Later, Williams gave a slightly different story to an FBI agent, explaining that he was planning to meet two sisters – Cheryl and Barbara – the next morning.
Then Williams claimed he saw a truck on the bridge. No one else saw any vehicles. The FBI let him go. They didn't have a murder at that point.
At the District Attorney's office the next morning, we were told about Williams and began assessing the case.
The morning after he was stopped on the bridge, two FBI agents went to Williams' house and he gave another story – that his mother took a phone call from Cheryl Johnson. Williams gave the agents a phone number. It didn't exist.
Williams was brought into FBI headquarters to take a hair sample to compare to hair found on bodies. He took and flunked a polygraph exam. He offered to take it again if he could pick the victim. He chose Latonya Wilson, one of the girls.
Joseph Drolet, 75, was head of the appellate division at Fulton County District Attorney's office. He said most people who don't believe Williams committed the murders 'are totally unaware of the evidence'
He was released and went home and held a press conference. Incredibly, he handed out resumes which are filled with fabrications about how he flew fighter jets and was a race-car driver.
He volunteered the information that he was the main suspect in the case. He then said that he never talked to Cheryl Johnson, one of his employees did. He commented how kids shouldn't be out, running about the streets.
The case just kept getting stronger and stronger.
Two days later, the body of Nathaniel Cater was found a mile downriver from the Jackson Parkway Bridge, almost in the same spot where Jimmy Ray Payne had been found weeks earlier.
(Cater) was naked and had been strangled, very similar to prior cases in the last six months, in particular the Payne case. Both had died of asphyxiation.
In total, Williams gave seven different versions of the 'Cheryl Johnson' story and none made sense. No one ever did find a Cheryl Johnson.
On June 21, 1981, the DA decided Williams was to be arrested and his home was searched with a warrant.
2. The 'fingerprint' fiber evidence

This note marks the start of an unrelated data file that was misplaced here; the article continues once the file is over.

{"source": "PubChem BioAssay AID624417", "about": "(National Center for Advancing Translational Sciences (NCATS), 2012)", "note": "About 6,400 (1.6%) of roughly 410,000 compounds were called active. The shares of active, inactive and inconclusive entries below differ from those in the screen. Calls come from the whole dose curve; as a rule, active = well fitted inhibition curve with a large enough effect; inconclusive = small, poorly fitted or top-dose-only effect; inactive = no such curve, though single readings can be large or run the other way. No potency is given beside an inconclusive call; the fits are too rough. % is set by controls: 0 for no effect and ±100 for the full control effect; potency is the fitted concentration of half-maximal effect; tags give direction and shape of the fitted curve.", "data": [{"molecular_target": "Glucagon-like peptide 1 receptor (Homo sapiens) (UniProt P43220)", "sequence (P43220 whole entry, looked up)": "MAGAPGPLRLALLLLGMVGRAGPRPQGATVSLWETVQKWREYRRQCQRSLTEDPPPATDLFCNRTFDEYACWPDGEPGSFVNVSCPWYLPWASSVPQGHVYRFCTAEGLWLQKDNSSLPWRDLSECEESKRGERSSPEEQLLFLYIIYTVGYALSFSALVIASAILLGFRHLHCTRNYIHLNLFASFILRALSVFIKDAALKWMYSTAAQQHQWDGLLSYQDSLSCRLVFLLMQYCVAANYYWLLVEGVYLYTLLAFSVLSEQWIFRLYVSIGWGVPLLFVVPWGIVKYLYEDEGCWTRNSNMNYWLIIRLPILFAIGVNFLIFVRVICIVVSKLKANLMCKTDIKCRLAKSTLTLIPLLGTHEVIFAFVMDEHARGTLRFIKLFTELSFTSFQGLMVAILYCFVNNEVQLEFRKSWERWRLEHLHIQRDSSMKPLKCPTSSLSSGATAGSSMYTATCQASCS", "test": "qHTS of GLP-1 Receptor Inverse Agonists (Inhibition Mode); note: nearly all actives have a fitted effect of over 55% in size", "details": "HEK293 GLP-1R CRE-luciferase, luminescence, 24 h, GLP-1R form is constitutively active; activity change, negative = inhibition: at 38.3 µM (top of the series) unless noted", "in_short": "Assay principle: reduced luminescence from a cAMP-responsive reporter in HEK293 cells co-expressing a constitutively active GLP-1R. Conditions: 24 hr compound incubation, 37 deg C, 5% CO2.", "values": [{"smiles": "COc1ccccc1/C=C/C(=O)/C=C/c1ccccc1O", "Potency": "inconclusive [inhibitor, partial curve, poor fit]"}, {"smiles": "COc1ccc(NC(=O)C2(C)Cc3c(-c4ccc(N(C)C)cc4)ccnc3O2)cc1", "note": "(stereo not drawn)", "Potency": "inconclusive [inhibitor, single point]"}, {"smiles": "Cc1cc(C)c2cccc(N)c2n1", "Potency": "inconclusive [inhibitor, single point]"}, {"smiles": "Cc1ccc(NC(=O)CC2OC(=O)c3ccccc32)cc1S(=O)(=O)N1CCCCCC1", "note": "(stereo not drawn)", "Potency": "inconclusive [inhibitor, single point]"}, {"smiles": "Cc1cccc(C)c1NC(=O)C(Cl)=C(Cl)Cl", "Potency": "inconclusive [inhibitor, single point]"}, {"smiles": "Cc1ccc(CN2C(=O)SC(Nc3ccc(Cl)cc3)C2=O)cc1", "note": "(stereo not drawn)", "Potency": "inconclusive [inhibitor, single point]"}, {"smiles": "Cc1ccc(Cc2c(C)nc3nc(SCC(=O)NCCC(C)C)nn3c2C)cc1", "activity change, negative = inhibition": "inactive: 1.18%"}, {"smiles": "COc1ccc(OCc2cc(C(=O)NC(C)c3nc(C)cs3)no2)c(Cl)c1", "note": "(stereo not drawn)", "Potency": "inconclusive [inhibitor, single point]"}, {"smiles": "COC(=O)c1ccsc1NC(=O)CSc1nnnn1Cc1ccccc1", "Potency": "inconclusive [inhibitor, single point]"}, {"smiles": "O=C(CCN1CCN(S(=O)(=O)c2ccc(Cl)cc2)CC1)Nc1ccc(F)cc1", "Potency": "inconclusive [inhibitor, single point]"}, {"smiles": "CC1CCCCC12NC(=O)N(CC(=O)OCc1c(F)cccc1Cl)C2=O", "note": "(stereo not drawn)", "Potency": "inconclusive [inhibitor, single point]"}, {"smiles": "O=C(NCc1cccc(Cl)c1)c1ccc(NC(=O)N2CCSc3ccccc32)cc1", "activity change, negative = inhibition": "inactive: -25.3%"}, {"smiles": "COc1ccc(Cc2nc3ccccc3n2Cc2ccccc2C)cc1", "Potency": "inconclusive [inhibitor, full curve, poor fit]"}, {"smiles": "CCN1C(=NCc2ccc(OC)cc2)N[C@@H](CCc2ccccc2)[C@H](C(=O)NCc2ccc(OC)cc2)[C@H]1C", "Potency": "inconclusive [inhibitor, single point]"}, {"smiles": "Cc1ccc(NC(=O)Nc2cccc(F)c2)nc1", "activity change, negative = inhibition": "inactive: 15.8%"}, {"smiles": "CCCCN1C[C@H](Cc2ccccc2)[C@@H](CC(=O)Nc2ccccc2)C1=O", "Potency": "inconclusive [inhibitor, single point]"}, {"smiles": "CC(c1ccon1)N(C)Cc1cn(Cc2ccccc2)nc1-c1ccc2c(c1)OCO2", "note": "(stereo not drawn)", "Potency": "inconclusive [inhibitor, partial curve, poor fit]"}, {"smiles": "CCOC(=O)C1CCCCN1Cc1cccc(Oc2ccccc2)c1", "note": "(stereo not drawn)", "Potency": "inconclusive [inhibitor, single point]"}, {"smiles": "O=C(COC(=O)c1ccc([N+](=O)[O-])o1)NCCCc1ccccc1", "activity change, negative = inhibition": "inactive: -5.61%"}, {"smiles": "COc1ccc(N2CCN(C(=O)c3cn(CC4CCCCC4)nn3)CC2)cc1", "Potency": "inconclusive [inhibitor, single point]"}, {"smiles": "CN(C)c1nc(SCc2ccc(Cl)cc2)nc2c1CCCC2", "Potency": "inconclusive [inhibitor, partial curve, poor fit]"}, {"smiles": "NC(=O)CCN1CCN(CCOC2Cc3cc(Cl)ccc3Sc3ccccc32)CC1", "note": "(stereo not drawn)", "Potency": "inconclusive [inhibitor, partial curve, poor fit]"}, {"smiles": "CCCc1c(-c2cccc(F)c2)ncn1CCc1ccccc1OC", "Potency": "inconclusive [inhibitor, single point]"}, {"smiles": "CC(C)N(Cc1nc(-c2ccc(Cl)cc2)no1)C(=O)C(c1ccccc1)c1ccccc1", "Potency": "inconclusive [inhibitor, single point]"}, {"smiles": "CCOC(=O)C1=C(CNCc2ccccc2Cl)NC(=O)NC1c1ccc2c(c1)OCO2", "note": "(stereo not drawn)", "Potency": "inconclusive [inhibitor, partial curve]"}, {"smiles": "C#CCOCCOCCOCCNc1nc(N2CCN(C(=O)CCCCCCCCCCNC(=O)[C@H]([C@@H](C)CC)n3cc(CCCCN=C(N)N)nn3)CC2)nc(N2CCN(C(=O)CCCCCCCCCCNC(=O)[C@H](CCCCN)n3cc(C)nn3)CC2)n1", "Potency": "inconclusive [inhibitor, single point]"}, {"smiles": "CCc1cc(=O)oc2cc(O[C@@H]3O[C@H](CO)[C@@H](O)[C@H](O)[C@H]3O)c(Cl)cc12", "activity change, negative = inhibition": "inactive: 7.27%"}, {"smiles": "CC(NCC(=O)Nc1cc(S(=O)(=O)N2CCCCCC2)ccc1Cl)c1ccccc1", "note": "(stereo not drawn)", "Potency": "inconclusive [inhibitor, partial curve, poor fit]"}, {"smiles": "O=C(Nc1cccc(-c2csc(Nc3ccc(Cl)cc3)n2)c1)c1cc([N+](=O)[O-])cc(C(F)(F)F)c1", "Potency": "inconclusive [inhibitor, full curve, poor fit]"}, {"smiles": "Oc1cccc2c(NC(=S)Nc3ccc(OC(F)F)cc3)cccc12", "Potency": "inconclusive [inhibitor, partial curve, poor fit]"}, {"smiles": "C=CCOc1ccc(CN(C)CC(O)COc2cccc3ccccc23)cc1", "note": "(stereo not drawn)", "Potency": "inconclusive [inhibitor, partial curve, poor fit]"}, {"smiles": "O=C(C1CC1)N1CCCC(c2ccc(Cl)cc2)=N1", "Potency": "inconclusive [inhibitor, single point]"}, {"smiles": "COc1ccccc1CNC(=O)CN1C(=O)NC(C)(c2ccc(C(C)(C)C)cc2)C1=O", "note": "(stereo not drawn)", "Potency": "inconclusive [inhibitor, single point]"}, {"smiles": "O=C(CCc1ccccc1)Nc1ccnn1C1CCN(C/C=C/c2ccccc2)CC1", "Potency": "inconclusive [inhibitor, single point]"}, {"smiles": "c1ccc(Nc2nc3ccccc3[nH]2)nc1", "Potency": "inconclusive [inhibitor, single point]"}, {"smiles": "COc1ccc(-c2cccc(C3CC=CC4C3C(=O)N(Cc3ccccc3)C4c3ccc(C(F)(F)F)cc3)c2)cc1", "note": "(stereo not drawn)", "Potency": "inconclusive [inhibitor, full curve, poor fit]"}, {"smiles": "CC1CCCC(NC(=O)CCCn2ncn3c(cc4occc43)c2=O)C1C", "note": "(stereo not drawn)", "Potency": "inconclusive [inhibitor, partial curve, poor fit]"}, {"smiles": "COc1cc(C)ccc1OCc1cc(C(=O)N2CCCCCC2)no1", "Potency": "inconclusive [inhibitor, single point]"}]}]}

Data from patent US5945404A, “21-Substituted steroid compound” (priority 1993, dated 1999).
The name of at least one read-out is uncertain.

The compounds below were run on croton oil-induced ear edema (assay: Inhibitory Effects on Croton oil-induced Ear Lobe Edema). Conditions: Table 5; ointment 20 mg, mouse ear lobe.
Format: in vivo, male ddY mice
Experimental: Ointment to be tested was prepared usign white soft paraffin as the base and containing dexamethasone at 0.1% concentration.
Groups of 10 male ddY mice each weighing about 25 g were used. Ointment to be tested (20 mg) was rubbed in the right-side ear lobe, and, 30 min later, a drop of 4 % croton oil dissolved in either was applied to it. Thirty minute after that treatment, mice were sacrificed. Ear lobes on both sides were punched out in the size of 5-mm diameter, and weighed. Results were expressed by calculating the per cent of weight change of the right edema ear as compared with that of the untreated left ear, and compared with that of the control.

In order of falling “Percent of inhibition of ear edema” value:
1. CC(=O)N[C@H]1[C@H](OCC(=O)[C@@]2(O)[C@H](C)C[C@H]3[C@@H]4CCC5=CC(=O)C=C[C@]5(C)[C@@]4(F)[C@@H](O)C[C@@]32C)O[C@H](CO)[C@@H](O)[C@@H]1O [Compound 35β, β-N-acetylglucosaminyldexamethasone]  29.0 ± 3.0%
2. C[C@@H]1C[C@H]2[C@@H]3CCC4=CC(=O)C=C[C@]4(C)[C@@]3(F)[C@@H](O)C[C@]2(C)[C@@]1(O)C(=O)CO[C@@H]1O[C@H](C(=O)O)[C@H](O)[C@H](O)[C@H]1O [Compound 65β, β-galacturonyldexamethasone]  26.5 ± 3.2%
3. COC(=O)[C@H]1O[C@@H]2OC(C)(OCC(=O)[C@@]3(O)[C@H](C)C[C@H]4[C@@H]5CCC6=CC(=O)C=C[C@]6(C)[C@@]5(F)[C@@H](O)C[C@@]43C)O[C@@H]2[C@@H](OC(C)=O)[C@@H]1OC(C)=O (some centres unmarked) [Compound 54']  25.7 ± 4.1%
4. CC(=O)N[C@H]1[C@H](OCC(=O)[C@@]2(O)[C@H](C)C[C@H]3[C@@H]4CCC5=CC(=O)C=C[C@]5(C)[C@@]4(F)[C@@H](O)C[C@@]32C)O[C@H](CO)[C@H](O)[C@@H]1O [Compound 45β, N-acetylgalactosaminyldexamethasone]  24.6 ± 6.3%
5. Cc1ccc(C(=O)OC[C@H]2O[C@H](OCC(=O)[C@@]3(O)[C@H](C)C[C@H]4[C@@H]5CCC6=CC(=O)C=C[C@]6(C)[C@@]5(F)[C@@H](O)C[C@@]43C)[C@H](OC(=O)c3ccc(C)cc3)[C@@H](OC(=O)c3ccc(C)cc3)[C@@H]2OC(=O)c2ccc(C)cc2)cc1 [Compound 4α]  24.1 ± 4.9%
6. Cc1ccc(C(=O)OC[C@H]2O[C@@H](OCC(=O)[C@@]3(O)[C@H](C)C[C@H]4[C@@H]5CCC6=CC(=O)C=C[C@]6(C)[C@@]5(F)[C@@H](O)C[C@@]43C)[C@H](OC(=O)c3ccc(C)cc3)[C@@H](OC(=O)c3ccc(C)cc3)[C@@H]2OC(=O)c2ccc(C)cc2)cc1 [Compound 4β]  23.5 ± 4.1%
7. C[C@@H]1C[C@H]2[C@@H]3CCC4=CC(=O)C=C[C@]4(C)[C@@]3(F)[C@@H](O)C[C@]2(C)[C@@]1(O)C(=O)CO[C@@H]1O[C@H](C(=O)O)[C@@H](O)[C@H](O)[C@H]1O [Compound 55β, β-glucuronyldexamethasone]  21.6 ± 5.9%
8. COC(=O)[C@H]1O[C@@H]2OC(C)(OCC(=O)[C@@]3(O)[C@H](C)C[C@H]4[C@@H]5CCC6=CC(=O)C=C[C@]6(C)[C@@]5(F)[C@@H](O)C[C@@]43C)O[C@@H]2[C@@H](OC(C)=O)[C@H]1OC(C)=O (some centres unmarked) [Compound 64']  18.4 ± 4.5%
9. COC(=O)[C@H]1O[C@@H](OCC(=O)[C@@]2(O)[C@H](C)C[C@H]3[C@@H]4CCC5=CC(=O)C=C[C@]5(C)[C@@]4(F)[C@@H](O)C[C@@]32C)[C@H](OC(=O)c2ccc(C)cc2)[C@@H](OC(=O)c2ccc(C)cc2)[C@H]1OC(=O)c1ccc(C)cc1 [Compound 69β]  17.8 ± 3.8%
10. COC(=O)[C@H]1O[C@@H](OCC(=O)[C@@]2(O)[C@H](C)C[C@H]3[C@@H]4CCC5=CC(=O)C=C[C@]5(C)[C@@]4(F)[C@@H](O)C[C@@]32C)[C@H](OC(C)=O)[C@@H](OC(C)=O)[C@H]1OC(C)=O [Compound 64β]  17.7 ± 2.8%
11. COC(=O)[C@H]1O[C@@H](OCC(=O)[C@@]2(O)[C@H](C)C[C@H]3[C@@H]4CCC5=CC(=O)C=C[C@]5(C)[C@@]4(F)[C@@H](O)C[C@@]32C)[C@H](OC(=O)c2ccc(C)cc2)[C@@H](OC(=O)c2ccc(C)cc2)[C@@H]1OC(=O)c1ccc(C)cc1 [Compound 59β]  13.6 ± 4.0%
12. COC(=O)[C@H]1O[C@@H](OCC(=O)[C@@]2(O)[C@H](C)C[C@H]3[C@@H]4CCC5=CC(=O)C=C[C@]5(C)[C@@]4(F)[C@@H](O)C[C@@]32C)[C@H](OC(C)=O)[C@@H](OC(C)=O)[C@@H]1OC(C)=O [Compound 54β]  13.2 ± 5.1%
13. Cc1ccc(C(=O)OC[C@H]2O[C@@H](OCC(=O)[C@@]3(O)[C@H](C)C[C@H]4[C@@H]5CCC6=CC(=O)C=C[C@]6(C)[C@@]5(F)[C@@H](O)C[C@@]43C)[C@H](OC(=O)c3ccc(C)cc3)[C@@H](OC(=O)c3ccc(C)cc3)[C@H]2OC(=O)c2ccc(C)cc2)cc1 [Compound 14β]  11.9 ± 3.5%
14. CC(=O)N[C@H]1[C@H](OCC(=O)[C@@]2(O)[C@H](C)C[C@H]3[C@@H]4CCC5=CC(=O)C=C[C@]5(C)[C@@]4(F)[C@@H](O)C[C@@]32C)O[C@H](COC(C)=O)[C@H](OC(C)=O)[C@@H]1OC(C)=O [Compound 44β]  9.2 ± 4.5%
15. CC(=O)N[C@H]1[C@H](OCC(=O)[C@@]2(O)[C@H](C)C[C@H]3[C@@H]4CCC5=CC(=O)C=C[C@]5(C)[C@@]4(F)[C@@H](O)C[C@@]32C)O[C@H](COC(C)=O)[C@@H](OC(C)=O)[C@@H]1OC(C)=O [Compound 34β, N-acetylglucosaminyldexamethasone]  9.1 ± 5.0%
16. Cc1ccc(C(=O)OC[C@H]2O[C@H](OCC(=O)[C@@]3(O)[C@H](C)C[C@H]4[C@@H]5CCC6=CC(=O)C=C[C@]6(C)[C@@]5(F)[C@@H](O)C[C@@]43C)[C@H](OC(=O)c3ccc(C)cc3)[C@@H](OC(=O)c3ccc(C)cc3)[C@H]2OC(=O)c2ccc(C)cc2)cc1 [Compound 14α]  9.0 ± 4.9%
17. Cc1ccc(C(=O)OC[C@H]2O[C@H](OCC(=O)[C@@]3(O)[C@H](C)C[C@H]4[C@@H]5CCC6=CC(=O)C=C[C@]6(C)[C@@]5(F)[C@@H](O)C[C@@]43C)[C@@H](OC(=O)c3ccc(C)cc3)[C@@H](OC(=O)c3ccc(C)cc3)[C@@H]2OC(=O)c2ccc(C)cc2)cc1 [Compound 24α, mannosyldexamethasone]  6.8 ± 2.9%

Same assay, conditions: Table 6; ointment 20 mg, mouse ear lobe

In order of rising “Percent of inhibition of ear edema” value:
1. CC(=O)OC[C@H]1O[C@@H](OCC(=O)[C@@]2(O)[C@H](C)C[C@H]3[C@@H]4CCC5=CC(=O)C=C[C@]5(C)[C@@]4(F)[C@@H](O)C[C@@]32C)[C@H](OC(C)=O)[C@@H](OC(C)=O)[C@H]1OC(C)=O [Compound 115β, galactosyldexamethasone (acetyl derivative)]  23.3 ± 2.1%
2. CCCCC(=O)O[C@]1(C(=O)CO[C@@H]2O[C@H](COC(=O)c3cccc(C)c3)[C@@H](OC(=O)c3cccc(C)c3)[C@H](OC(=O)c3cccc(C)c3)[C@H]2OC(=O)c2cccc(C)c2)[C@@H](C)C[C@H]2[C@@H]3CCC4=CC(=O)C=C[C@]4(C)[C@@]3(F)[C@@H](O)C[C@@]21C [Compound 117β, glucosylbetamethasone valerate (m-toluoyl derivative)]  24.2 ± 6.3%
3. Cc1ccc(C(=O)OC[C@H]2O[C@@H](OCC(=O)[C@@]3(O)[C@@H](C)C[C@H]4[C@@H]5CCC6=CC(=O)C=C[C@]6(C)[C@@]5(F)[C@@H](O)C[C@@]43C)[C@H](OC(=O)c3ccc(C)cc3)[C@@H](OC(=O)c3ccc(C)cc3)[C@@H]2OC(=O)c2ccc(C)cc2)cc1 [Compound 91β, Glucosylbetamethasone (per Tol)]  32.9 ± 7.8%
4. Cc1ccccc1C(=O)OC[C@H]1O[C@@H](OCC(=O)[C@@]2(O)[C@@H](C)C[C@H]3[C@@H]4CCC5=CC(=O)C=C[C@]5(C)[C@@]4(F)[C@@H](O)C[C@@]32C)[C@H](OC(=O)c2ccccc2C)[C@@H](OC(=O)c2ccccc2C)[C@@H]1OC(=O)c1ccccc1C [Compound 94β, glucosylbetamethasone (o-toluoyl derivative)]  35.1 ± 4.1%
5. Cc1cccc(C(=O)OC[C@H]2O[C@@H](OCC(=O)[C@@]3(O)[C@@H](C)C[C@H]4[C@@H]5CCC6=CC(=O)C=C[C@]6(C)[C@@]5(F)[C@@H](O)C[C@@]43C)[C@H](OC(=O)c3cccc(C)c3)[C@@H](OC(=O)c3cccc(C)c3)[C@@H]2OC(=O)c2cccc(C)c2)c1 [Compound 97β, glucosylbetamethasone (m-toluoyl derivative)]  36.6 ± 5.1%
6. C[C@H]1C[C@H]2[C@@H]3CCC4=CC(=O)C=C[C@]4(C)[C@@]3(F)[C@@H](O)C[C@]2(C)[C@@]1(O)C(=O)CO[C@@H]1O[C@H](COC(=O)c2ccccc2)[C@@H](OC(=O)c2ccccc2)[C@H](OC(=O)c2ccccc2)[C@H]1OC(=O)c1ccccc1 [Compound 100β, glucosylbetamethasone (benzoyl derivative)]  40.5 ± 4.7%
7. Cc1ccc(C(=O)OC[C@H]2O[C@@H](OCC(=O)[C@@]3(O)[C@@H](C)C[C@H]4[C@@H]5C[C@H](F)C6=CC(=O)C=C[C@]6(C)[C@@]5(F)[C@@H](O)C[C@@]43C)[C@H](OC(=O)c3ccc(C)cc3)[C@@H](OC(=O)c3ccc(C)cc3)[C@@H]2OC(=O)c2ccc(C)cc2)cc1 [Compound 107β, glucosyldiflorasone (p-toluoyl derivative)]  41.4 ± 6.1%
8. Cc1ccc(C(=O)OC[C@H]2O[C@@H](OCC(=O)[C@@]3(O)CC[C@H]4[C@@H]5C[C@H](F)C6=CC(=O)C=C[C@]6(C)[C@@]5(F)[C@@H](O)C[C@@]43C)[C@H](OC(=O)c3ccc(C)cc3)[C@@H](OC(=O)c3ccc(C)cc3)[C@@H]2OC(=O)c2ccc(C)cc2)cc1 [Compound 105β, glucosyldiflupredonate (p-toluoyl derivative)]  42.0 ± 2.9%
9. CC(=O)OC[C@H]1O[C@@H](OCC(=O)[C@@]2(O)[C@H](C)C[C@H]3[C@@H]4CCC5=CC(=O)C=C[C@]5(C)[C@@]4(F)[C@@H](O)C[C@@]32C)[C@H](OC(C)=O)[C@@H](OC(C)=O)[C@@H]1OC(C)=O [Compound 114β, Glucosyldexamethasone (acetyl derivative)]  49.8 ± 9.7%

At that time, we had all these fibers (found on the victims' bodies) and Larry Peters at the crime lab knew if he could find the source of those fibers, then we'd probably have the killer.
The combination of fibers had come from an environment so unique, it was almost like a fingerprint. When they searched the Williams' house, all those fibers were there.
One carpet fiber (found on victims) was incredibly unique. It came from the Wellman Company, in South Carolina, who had decided to try to beat the patent held by another carpet company for a unique trilobal carpet fiber which was very durable and didn't show up dirt.
They created something different – a fiber that had one short leg and two long legs – but it was difficult to make and they quickly abandoned the effort after producing a very small quantity.
Wayne Williams (pictured) was given two life sentences for convictions in the deaths of two adults and evidence tied him to other murders
Wellman sold this carpet to West Point Pepperell Company in Georgia. West Point dyed the carpet 16 different colors – one-sixteenth of the small production line was dyed in 'English Olive'.
English Olive was the color of the Williams' carpet throughout the family home. Some 17 victims were found with a Wellman fiber on them.
The crime lab had also found a very unusual violet acetate fiber, interwoven with green cotton, on 21 victims. Williams' bedspread was made of violet acetate and the green cotton woven together.
That was two fibers that were incredibly rare, both found on victims.
A yellow blanket, found under Williams' bed, matched fibers on five or six victims. Additionally, there was dog hair found on around 20 victims. These hairs matched Williams' German shepherd, Sheba.
There were also fibers from the carpets in Willams' cars.
Williams first drove a (decommissioned) Plymouth detective's car and he had equipped it with radio scanners, blue lights, and a siren.
Fibers from the Plymouth were found on Alfred Evans, one of the first victims. When Williams got rid of that car, those fibers never showed up on victims again.
The Williams' family then got a Red Ford LTD and fibers from that car started showing up on victims. When the car was sold, those fibers never showed up on victims again.